Spring Clean To A Less Busy Life Part 3- The Laundry

An organised linen closet. Image: Unbusy Me

An organised linen closet. Image: Unbusy Me

I love a clean laundry.

I think there’s something motivational about having a clean laundry that inspires you to stay on top of your washing, however it can be a bit difficult keeping the linen closet in check. Think overflowing piles of sheets, cleaning products and other bits and pieces that somehow make it in there by accident.

Today I challenge you to not only get through your pile of dirty laundry, but to sort through your linen closet and PURGE those items that you really do not need. The purpose of this spring clean challenge is to not only tidy and reorganise items but to get rid of them, so that you can minimise the time you spend tidying and reorganising.

Rather than approach the laundry in a similar manner to the master bedroom and kitchen in previous weeks, I will be sharing tips on how you can ensure your laundry remains uncluttered and unbusy.

Here are 5 tips to unbusy your laundry:

1. Write an inventory list of the number of sheet sets you would require for each bed in the house, keeping in mind things like the change in seasons, possible spares in case of an accident, or sheets for when guests stay over.

2. Go through the linen in your closet, and as you pull everything out, place it into organised piles: one for flat sheets, one for fitted sheets, one for doona/duvet covers, one for pillowcases. Also have a separate pile for bath towels and any other linen.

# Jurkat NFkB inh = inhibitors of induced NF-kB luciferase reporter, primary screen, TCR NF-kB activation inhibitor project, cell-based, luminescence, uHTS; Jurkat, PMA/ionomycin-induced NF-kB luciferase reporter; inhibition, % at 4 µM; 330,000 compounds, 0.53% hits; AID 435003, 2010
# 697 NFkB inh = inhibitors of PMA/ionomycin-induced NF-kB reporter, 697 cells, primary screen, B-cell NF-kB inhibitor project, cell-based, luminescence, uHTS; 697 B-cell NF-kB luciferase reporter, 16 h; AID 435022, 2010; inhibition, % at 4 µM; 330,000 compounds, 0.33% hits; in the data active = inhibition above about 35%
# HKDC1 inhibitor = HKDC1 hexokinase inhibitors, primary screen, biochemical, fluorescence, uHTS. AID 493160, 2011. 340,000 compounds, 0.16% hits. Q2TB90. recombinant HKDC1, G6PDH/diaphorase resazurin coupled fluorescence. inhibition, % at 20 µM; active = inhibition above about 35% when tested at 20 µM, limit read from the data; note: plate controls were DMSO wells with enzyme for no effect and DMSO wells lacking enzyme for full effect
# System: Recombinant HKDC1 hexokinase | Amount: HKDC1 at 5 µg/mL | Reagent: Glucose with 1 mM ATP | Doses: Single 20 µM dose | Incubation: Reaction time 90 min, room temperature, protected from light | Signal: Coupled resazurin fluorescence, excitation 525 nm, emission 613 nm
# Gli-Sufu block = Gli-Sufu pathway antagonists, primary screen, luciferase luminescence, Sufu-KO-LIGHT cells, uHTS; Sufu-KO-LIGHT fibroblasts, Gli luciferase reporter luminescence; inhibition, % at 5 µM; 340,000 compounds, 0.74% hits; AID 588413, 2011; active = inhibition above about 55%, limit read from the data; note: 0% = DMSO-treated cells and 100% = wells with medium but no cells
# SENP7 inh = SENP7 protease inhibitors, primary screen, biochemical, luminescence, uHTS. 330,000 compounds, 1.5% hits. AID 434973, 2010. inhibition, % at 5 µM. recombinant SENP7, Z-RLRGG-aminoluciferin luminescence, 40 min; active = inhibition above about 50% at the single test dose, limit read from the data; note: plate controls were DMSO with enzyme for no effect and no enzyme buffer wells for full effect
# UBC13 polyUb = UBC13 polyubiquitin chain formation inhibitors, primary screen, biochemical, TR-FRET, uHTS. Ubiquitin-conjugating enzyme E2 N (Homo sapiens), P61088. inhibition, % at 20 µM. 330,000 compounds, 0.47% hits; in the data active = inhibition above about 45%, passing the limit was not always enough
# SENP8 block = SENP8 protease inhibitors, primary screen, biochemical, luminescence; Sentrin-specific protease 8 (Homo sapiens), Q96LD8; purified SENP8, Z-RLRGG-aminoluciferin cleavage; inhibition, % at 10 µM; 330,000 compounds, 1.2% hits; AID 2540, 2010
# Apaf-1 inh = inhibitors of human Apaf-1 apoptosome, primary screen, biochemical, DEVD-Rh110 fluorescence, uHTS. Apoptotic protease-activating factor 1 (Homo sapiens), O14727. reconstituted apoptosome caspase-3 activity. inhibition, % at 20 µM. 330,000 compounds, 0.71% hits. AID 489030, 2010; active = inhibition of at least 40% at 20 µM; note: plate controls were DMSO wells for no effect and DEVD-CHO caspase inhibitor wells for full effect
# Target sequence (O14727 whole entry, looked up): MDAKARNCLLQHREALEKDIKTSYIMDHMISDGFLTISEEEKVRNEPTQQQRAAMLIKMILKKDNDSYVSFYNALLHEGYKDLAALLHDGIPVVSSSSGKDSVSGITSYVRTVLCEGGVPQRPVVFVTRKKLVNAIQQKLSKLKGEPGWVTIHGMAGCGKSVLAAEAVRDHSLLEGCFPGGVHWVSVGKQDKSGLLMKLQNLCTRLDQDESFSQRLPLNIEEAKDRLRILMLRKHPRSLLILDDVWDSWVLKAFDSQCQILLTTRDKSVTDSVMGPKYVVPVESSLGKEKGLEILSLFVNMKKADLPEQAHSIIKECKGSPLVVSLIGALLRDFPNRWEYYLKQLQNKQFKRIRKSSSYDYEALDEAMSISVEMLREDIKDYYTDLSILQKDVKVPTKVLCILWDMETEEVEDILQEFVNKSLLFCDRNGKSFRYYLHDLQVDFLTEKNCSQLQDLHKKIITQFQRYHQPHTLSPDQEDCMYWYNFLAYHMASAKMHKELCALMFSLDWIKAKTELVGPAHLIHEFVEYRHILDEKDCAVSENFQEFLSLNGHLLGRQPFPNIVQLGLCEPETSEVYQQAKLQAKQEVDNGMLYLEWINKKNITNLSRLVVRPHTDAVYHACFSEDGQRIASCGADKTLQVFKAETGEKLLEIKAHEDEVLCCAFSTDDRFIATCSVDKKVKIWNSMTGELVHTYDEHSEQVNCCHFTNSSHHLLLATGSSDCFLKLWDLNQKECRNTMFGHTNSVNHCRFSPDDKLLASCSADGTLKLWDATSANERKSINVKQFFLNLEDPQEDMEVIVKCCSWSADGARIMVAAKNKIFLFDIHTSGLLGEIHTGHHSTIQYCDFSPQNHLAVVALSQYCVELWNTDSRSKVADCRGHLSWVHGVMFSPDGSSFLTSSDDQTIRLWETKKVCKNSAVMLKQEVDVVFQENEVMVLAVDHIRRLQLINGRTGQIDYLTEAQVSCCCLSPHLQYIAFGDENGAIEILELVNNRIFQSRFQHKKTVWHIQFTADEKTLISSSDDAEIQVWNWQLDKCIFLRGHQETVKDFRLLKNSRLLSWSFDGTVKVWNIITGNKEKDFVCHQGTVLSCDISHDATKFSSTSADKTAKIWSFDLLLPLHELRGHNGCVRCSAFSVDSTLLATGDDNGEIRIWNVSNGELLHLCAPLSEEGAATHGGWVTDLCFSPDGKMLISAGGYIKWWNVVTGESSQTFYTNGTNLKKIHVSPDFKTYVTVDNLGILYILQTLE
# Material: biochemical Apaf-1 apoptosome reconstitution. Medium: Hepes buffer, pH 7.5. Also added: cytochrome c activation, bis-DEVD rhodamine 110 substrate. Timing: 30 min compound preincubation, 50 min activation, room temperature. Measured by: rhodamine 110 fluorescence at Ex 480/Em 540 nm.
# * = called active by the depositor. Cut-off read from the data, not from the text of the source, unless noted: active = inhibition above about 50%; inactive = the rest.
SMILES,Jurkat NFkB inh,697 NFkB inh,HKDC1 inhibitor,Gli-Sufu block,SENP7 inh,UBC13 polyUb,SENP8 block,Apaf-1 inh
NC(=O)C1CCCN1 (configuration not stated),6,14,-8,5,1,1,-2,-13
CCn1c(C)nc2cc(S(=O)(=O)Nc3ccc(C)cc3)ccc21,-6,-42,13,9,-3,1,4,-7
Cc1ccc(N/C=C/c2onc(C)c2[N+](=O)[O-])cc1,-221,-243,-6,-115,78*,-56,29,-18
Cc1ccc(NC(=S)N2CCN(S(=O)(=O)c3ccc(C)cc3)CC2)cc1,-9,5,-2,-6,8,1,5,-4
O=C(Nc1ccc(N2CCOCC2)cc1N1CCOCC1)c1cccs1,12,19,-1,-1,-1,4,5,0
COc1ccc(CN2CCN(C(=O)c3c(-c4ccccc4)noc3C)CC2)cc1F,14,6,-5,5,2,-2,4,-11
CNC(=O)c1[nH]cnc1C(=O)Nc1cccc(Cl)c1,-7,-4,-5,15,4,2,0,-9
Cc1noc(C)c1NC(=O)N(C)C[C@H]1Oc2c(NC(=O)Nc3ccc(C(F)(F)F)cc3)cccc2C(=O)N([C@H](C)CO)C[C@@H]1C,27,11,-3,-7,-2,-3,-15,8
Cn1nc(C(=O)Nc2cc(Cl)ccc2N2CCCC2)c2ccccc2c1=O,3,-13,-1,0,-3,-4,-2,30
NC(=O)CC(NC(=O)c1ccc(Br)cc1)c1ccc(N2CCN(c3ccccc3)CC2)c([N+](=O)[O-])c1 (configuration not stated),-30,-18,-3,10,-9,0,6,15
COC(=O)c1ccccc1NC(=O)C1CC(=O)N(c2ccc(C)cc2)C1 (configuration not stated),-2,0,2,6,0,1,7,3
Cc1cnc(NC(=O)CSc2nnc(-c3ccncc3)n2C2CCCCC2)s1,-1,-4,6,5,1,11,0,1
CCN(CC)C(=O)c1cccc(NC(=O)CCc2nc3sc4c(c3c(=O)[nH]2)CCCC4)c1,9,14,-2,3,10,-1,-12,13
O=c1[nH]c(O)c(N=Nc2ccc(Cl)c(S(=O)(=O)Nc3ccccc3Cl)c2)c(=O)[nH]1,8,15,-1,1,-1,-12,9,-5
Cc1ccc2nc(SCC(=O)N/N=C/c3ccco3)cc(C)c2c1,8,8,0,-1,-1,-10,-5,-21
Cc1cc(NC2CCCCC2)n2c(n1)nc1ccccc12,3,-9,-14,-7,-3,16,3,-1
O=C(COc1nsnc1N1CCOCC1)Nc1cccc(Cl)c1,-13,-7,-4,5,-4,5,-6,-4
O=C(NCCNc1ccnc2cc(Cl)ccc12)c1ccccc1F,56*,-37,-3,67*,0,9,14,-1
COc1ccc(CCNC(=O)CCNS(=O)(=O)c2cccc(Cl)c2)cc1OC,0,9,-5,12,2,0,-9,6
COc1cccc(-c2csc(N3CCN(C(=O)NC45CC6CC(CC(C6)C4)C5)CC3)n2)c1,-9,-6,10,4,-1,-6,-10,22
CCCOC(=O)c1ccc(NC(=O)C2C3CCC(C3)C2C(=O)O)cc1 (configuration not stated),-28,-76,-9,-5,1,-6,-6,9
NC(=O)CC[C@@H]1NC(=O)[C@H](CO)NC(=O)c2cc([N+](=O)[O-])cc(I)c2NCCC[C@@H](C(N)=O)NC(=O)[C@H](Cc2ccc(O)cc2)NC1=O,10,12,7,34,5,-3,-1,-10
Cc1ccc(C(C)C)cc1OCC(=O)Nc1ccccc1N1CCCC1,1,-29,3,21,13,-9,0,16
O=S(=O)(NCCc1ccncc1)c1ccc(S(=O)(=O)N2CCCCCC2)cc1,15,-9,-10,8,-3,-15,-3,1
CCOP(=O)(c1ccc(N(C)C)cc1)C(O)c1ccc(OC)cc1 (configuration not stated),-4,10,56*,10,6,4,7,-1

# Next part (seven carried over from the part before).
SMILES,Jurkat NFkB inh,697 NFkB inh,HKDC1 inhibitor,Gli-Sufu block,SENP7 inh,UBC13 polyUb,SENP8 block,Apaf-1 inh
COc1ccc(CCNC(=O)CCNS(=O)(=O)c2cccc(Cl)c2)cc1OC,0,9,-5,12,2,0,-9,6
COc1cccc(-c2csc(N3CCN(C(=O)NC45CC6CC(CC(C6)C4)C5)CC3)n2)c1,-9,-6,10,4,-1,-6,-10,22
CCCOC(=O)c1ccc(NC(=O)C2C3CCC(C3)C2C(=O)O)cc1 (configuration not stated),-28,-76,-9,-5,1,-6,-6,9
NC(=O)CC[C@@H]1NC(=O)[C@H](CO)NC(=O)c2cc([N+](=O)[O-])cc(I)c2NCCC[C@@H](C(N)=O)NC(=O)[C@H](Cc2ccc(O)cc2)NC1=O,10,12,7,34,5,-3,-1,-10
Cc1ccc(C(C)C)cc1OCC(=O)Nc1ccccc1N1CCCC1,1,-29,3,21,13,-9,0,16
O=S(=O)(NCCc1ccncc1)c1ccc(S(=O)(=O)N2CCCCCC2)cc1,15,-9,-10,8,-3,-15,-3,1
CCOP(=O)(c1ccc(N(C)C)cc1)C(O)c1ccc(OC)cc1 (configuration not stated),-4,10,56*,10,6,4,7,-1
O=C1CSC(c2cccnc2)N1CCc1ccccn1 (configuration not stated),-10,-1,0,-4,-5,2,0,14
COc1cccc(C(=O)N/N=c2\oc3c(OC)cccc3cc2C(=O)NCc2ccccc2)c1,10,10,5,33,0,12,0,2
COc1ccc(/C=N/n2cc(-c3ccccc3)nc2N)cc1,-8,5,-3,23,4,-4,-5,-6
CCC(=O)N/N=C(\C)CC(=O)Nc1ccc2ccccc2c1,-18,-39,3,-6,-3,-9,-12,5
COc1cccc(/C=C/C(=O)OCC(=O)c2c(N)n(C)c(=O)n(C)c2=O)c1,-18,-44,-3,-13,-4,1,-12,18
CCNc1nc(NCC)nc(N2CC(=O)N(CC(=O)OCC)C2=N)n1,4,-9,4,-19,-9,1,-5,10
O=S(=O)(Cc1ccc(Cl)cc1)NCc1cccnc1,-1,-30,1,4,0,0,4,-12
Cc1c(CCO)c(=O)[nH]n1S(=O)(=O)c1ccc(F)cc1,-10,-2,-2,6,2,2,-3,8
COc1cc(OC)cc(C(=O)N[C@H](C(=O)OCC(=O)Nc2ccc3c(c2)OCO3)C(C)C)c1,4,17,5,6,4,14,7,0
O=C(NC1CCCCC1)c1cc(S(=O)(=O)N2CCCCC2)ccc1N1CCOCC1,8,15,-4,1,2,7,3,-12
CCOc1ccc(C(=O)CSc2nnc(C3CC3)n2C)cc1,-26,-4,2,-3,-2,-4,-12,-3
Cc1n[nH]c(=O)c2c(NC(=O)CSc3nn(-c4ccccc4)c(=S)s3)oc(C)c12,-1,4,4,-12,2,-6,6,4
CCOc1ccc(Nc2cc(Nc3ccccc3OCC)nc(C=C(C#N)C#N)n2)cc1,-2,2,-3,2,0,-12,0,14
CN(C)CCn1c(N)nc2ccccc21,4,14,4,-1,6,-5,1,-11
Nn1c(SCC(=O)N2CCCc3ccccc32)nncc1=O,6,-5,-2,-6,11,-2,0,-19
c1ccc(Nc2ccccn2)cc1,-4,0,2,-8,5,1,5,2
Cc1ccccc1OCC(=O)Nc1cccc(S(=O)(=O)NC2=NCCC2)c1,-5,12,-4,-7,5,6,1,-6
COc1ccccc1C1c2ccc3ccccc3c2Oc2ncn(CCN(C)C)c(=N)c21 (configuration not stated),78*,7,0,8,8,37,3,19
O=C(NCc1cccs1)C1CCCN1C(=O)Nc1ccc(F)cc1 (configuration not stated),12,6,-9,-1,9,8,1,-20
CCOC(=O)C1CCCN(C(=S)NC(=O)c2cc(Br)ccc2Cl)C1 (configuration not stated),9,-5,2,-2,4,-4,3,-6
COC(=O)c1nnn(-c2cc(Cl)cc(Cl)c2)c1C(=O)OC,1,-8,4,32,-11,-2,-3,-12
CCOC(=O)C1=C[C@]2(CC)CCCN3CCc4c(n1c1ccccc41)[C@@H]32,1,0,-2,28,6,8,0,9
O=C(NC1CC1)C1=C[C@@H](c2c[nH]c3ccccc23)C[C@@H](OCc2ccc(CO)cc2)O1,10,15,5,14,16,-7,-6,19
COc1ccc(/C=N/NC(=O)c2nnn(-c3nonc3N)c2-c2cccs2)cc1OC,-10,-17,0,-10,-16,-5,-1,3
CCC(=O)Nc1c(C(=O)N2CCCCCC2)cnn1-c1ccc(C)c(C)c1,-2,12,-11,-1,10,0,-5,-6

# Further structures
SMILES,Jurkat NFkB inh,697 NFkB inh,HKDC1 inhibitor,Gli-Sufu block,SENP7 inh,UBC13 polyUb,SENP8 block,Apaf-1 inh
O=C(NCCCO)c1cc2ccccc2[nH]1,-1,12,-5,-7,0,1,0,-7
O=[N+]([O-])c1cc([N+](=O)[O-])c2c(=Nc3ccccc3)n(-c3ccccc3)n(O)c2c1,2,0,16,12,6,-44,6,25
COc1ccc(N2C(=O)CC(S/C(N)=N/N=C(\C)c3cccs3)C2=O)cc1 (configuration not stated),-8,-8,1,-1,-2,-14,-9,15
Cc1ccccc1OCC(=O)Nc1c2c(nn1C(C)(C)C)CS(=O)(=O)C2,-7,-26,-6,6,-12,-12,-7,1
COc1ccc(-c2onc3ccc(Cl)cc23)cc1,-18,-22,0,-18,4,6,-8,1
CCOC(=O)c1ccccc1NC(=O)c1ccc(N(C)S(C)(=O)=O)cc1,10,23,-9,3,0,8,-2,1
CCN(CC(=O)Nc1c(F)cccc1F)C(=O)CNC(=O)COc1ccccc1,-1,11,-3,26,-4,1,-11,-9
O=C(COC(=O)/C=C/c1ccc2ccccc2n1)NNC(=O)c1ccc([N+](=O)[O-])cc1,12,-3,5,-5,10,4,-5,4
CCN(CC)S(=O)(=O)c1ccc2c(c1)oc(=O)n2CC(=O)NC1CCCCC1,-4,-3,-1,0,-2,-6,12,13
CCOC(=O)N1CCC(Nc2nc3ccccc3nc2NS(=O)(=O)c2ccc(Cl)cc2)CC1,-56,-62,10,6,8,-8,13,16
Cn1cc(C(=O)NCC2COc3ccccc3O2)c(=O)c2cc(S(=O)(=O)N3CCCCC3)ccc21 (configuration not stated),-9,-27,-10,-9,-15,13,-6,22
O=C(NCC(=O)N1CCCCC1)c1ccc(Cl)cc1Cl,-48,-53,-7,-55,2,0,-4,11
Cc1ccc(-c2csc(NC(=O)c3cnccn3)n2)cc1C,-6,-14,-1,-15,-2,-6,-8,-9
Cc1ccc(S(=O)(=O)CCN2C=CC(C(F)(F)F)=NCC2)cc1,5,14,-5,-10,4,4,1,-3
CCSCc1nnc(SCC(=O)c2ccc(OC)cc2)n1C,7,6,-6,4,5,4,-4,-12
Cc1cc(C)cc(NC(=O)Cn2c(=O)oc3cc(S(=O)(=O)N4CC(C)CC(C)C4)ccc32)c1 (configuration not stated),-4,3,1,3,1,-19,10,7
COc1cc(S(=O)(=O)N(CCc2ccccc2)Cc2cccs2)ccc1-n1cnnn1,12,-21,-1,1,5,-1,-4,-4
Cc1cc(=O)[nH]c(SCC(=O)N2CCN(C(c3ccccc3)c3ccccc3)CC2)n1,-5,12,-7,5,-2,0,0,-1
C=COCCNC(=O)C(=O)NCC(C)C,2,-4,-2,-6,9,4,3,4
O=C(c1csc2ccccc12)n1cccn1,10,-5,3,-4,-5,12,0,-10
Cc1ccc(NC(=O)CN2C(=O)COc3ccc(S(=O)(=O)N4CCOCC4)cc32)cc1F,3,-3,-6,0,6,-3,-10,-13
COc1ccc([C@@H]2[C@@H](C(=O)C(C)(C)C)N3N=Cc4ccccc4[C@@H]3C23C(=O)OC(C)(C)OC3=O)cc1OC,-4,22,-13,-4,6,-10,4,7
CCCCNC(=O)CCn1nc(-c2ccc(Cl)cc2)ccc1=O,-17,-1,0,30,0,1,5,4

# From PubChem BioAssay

3. Go through each pile and write down how many of each item you have eg: 15 fitted sheets, 22 pillow cases etc… Then compare this list with your inventory list. The difference between the two lists is the number of items to remove.

4. Go through each pile and remove the number of items no longer required. Place these items in a donation bag for charity.

5. It’s time to put everything back into the closet. Fold all the sheets and towels in a neat manner, and make sure that when putting items back in the closet you keep like items together, and keep commonly used items such as bath towels in an easy to reach part of the closet (I prefer to use the shelf that is at eye level).

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Why Retail Therapy Is Making You More Busy


It seems to be the thing to do if you are feeling down or going through some tough times: a bout of shopping to cure the blues, also known as “retail therapy”, a term which was first used back in 1986 in this Chicago Tribune newspaper article.

But are we actually curing anything by spending our time purchasing items, whether we think we need them or not? And is retail therapy actually contributing to our busyness?